1RM Performance and San Diego Strength and Conditioning

There are three major avenues that we improve performance of our athletes:

1.  Movement

2. Mentality

3. Programming. 

In my opinion, these are the three most important aspects of training that must be addressed and improved in order to truly take an athlete to the next level. Together, each attribute raises the overall athletic potential of the individual, improving their short and long-term abilities. 



What does it mean to be a strength coach?

In my opinion, the strength and conditioning world has shifted in a direction that has a strength coach believing they need to be more of a movement/prehab specialist; instead of being what the name says, a STRENGTH COACH. If you say you’re a strength coach, I ask you to read this article, and see if you really fit the criteria. 


The Bench Press is possibly the most popular exercise in the gym world. It is commonly know to train your chest and triceps, and nearly always done on a monday. Common pain associated with benching is shoulder and wrist. People that currently have back pain will also feel this pain in their lower backs (no kidding). But what if you didn't need to feel all this pain? The fix is rather simple, but will take a little effort on your part. All of this pain could be avoided with a little deeper understanding of joint positioning and joint centration. For the sake of time, I will be specifically addressing the issue of lower back pain during the bench press.


This should be you when you lift!

Bench Pressing with your feet up has been frowned upon by most “elite” strength coaches through the nation. Reasons are often the lack of stabilization, lack of support, and the lack of drive into the ground which takes away from how much you can lift. Most importantly, coaches say it’s dangerous. All of these are true statments. And still, with all the bad press that benching with your feet up gets, I still bench that way and I attribute my personal successes on the bench to it. All of my athletes begin benching with their feet up as I progress them into a full bench press.


Assessing Beyond The FMS

Assessing an athlete is the single most important moment between myself, an athlete, and the athletes parents for the first few months of training. A typical assessment goes like this… Step 1. Shake his hand and introduce myself. Step 2. Bring him to the training area and show him where the magic happens. Step 3. Sit him and his parent or parents on the couch and a life is changed forever. 4. Movement assessment 5.athletic assessment 6. Explain everything I saw during the assessment to the kid and parent. 7. Answer every single question 8. Begin making progress. 9. Sign the family tree. 10. Hand shake good bye, and a little message to let he or she know the journey we are about to embark on together.


Fear Of Failure

Athletes fear failure. I find it hard to believe someone who says they don’t. This fear will do two things; motivate you to never fail again or it will break you down and create a fear that holds you back and limits your potential. I REFUSE to let fear of failure break ANY of my athletes. This is not going to be a normal blog post here at 1RM Performance. I want to address the elephant in the room that so many athletes and parents have lost the ability to deal with and forget exists.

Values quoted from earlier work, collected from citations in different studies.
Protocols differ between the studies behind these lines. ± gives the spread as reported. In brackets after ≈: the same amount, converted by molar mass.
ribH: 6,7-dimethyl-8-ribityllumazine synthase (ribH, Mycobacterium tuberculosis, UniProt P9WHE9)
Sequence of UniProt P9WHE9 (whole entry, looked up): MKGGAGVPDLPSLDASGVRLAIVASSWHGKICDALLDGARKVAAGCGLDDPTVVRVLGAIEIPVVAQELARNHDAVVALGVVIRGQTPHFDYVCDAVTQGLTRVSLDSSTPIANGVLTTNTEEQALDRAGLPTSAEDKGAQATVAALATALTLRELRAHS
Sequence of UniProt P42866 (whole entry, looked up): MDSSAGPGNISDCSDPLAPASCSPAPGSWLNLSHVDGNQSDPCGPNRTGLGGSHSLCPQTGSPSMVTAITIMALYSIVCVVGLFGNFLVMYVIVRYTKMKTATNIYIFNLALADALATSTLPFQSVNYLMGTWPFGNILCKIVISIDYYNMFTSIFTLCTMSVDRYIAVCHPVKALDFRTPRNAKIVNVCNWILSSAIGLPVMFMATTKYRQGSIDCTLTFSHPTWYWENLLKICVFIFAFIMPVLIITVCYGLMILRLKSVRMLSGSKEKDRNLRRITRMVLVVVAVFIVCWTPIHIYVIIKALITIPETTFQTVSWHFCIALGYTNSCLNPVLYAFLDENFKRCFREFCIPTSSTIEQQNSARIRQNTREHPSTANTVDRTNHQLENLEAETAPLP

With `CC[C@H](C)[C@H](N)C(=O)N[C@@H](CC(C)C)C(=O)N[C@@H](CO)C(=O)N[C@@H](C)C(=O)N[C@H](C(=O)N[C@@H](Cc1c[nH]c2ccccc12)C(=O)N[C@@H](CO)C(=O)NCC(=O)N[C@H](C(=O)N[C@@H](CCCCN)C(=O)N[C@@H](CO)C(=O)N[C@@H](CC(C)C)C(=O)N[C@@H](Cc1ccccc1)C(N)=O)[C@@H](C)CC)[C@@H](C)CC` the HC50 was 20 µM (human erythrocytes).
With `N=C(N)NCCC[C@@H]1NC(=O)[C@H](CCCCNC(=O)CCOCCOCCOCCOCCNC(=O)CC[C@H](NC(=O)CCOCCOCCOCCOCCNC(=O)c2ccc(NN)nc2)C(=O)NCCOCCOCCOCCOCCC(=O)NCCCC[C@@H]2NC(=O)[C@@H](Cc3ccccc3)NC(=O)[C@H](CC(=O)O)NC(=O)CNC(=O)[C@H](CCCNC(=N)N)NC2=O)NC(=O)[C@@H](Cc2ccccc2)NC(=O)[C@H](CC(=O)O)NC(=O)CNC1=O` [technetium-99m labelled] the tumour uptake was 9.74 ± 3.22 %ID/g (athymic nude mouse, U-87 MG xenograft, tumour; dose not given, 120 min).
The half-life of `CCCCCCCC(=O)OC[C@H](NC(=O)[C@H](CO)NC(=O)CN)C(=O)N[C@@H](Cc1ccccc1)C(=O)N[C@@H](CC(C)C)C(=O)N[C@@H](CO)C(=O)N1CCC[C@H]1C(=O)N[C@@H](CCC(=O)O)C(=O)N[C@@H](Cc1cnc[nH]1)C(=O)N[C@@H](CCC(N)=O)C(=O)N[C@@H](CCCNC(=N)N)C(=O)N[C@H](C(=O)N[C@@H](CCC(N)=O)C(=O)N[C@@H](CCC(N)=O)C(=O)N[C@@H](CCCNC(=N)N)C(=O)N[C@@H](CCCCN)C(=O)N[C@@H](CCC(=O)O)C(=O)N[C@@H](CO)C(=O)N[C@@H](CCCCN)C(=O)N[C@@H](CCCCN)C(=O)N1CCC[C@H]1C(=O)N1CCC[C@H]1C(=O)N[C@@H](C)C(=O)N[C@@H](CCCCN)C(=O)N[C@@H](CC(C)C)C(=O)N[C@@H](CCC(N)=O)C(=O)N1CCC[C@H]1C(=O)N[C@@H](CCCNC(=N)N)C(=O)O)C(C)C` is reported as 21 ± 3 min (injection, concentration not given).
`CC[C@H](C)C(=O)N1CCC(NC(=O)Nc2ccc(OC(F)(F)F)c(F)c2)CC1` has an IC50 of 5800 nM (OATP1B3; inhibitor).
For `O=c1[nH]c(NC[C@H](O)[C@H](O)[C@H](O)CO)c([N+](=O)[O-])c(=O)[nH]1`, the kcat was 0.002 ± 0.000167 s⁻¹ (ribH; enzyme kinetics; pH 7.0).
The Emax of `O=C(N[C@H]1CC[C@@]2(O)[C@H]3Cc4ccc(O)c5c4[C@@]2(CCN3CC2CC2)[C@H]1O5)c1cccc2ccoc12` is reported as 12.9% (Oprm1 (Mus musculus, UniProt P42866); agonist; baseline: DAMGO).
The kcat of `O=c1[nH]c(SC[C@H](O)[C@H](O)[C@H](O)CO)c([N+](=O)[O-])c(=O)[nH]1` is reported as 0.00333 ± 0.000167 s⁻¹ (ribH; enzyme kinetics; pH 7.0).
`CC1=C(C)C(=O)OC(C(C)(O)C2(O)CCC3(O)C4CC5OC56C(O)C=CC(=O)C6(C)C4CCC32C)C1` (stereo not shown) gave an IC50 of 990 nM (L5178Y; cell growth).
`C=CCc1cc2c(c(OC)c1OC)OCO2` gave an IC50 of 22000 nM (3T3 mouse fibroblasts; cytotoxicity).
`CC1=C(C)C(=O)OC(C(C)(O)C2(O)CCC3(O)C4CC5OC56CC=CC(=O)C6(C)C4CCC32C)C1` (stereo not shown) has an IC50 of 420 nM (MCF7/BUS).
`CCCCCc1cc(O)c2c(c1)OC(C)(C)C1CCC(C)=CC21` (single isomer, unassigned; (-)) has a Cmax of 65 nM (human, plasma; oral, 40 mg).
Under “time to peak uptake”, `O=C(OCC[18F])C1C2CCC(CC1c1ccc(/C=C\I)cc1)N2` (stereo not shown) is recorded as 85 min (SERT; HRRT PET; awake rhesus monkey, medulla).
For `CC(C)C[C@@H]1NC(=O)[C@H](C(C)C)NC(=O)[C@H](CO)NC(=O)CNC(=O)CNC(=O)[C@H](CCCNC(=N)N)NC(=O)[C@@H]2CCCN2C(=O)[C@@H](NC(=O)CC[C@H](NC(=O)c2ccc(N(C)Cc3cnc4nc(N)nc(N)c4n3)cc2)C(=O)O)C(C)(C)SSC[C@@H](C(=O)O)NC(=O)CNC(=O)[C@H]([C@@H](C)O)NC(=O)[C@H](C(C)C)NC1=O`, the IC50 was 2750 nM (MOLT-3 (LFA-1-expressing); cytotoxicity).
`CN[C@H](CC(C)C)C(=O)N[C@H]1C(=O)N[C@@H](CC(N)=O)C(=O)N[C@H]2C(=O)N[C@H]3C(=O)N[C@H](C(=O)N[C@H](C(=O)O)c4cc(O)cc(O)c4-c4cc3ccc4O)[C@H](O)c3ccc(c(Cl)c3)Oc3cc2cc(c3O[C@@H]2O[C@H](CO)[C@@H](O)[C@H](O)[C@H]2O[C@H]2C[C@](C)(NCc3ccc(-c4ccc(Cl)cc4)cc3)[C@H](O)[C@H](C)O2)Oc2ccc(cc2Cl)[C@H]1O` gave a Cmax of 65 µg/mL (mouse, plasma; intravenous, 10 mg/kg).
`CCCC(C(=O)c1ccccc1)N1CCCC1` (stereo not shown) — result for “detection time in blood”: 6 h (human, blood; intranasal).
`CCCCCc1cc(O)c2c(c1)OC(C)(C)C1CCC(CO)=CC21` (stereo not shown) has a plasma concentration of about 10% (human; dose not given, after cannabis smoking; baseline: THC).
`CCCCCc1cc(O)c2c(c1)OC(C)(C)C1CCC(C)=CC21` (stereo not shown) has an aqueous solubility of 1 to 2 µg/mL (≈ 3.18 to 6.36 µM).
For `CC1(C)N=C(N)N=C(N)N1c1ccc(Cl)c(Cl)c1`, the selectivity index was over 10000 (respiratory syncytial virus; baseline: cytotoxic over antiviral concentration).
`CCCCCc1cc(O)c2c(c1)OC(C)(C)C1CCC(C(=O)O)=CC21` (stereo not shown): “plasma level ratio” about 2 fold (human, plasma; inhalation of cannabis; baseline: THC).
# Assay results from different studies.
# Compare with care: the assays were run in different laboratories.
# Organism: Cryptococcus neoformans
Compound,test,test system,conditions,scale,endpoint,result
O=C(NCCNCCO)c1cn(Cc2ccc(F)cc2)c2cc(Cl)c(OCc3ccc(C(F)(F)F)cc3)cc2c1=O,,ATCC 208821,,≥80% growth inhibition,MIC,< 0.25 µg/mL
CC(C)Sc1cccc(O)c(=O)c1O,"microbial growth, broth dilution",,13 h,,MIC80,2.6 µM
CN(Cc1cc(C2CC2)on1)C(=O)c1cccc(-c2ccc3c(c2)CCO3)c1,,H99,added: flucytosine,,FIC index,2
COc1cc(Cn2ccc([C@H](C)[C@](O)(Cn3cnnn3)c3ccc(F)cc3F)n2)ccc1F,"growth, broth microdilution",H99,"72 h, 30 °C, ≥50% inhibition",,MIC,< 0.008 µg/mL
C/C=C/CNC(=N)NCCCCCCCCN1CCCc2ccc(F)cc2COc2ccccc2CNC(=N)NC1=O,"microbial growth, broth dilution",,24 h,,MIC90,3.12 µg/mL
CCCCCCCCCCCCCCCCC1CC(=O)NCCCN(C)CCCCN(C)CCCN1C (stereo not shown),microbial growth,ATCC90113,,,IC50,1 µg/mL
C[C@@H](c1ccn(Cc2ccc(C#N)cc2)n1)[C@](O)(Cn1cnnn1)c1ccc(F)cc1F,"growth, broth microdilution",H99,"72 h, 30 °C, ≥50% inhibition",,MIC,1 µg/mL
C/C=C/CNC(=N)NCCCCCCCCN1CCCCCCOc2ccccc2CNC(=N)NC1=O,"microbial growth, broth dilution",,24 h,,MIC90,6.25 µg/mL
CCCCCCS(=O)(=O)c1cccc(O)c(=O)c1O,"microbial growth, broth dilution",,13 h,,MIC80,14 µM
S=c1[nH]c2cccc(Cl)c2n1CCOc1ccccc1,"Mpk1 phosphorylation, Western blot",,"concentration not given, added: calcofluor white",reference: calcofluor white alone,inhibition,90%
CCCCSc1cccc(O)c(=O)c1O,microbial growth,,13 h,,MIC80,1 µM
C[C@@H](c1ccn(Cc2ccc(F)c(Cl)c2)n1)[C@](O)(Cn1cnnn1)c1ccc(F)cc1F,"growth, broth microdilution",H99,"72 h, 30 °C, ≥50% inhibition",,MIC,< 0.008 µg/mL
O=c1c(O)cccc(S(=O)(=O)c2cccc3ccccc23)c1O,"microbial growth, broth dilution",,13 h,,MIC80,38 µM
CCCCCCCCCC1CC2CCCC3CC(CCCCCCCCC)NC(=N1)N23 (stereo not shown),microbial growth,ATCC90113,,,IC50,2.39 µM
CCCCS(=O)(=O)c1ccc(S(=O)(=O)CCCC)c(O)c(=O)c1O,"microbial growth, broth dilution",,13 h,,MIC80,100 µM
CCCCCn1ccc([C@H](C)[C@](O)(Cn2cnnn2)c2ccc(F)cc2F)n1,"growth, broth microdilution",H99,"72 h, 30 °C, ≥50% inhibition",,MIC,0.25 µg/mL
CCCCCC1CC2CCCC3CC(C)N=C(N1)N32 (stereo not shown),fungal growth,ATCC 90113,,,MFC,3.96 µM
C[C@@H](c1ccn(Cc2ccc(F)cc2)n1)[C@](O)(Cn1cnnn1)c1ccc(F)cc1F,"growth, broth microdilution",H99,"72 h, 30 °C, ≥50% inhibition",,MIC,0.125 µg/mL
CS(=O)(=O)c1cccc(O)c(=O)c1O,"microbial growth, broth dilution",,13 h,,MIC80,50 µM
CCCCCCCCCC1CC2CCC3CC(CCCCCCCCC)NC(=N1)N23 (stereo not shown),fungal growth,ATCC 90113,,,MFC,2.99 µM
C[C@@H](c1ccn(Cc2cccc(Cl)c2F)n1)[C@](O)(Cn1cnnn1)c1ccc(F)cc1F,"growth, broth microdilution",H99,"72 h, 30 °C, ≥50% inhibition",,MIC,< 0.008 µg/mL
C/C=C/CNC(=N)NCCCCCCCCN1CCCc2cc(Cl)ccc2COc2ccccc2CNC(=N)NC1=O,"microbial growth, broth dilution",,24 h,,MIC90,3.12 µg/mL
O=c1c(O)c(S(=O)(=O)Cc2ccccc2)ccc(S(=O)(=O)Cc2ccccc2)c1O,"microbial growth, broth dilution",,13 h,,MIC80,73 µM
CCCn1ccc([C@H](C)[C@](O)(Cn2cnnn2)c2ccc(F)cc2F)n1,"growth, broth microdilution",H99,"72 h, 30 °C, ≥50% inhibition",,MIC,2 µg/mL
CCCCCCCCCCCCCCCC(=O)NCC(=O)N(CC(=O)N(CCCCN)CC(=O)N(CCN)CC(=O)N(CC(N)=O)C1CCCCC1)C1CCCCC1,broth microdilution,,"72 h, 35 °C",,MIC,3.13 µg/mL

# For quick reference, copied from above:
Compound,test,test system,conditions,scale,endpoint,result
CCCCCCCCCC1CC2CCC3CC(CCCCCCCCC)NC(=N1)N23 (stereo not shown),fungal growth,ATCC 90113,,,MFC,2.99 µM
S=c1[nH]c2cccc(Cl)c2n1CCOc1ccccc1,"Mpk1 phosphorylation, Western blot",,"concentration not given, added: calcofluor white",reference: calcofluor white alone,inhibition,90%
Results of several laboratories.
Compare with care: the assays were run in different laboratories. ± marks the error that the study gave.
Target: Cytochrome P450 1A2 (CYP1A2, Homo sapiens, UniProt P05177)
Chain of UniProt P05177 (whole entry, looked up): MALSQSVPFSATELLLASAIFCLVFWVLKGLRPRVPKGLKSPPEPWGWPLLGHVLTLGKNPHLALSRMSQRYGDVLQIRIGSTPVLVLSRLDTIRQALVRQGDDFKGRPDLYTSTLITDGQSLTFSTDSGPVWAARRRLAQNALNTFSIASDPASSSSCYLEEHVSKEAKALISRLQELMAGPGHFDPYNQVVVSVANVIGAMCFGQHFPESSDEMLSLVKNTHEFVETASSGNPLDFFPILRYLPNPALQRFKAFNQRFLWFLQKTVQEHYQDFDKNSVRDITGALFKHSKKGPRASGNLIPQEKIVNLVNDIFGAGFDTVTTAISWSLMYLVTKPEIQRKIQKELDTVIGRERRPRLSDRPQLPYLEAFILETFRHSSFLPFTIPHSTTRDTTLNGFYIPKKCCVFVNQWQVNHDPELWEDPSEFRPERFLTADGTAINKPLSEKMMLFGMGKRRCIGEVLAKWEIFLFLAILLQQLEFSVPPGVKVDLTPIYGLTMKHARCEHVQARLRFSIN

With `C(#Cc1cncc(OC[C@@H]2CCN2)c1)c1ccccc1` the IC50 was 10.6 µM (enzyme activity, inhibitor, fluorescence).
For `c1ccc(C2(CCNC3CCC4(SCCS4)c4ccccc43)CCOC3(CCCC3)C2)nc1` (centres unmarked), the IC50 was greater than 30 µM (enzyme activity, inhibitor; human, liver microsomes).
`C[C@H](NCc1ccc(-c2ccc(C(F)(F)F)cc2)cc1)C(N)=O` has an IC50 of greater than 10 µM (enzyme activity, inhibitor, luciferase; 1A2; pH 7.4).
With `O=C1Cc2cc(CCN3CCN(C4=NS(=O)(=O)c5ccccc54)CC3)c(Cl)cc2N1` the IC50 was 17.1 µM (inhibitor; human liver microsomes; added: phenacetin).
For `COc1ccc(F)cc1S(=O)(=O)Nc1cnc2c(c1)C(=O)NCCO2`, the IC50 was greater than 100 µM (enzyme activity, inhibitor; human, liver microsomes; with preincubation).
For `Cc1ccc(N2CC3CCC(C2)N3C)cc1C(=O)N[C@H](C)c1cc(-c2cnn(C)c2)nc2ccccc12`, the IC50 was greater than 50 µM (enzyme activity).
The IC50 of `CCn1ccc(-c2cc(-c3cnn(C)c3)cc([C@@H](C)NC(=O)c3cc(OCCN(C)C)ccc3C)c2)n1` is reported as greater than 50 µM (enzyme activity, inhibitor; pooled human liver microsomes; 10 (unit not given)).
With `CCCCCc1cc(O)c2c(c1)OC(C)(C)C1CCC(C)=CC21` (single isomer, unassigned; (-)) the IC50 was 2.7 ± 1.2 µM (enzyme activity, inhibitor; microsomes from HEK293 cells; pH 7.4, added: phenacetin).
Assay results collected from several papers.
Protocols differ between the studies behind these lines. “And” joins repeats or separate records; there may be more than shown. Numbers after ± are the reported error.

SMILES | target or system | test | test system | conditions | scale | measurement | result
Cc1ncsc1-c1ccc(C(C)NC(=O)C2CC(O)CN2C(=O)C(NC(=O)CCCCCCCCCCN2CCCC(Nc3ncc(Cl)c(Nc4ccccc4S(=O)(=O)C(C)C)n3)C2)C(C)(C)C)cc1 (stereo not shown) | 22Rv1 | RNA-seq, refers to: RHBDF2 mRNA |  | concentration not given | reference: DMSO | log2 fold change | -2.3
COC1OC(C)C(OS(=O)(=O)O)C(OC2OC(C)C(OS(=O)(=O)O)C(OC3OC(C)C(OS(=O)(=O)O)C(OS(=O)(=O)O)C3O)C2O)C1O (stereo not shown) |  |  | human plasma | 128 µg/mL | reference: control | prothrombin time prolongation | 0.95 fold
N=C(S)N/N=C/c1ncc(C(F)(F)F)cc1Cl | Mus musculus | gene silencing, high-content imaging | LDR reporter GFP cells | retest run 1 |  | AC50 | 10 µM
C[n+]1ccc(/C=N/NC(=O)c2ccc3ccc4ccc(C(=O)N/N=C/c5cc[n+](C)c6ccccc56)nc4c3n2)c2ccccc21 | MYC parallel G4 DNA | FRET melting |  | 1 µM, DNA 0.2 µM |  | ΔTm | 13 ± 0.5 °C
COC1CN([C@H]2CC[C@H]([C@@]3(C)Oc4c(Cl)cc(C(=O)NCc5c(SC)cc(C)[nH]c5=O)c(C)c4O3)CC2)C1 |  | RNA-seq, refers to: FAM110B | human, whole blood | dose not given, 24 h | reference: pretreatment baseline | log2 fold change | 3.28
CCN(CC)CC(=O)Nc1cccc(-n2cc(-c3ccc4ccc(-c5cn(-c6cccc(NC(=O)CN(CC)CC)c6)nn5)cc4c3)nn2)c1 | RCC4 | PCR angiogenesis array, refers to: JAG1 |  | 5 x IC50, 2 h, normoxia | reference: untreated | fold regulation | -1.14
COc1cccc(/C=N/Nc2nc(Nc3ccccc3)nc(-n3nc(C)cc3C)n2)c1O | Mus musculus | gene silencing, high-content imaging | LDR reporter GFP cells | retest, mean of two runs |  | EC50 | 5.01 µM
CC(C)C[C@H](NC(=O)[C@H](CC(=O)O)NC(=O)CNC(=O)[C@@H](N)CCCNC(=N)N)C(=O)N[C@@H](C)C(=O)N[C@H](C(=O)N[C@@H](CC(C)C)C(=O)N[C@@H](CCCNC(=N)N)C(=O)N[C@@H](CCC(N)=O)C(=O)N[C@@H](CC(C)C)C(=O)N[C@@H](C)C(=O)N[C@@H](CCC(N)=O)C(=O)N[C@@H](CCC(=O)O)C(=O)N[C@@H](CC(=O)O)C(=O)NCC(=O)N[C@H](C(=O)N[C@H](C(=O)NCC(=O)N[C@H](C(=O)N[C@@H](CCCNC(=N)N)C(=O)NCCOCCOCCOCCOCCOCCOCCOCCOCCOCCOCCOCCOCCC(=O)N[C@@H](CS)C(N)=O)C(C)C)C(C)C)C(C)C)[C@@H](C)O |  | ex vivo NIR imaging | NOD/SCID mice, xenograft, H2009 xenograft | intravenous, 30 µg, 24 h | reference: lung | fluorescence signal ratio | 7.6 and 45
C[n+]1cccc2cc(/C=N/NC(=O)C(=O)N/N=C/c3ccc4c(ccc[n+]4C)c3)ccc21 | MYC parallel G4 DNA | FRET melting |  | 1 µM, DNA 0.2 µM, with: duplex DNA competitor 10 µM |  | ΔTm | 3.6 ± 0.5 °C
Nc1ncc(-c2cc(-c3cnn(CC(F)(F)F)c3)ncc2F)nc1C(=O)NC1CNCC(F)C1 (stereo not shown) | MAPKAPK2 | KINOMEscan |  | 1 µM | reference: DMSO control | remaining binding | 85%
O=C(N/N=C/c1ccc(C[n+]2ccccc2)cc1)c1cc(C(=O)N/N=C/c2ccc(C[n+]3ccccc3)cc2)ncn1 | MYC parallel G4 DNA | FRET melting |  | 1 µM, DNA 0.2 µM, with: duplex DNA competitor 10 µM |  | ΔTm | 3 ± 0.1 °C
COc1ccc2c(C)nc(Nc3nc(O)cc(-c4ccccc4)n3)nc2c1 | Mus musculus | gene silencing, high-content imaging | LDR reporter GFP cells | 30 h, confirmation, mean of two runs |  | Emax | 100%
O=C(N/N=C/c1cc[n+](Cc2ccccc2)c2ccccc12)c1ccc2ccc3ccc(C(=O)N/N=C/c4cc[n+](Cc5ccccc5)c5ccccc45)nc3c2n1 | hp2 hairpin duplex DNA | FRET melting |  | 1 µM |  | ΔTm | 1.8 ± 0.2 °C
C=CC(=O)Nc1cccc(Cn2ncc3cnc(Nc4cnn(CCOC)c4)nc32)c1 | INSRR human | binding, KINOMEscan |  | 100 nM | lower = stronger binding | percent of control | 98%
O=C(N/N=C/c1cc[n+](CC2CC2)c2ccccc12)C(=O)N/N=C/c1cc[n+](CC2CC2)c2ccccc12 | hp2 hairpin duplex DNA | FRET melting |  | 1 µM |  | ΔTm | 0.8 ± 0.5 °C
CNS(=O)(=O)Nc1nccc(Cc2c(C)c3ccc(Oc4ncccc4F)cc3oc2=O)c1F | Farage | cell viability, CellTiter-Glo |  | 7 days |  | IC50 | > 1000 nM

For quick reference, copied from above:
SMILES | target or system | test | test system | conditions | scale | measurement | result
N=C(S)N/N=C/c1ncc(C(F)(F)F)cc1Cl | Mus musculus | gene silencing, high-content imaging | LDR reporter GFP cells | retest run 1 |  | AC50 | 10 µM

Knee pain sucks. It's annoying, it can impair performance, and can be debilitating at times. At 1RM, we are seeing and hearing about tons of high school athletes who are suffering from chronic knee pain. It goes under the disguise of many names; some call it Anterior knee pain, others Patellofemoral pain syndrome, and still others know it as Jumper's knee. It's a tricky one to deal with, but we have some tips that can hopefully decrease your pain.

San Diego Baseball Performance and DNS

San Diego baseball is dominant. As a strength coach that works with baseball players that play year round, and at a high level, I must be able to keep my players healthy. That means it is mandatory for my baseball players to maintain proper movement and joint “centration” (joint position allowing maximal transfer of forces and efficient of movement). I can watch most pitchers and baseball players on the diamond, and pretty accurately diagnose where they are suffering pain. It has actually become a game with new clients. Knowing more detail about their pain than they tell me, and 99% of the time being right. What’s cooler than that is being able to eliminate the pain during movement sometimes instantly. It’s not magic; it’s Dynamic Neuromuscular Stabilization (DNS).


The hardest part about growing a small business and being busy is trying to stay up to date with everything that is involved. For those of you that haven’t noticed, no articles have been written and published for the past few months. It’s been so long that I had to remind Melissa how to log on to the website! But with that being said, we have some exciting news at 1RM.... but you are going to have to wait (if you really want to skip what's been happening the past few months, just scroll to the bottom of this page). 

Goals and Motivation

At 27 years old, I am currently training to bench 450, have a 10 foot standing broad jump, have a 62 inch box jump, squat 500 lbs, and dead lift 600. Melissa is training to make the pro beach volleyball tour, touch 9’8”, and bench 135 lbs. Chris Gibson wants to bench 350 and lose 20 lbs, Brett Vulgar wants to have a 60 inch box jump, Krista Morrison wants to squat 170 lbs 10x, and Justin Page wants to throw 90 mph. Why am I telling you this? It holds these people accountable for their goals. Why do I care about goals? They keep me motivated as a strength coach and a person.



Goals and Motivation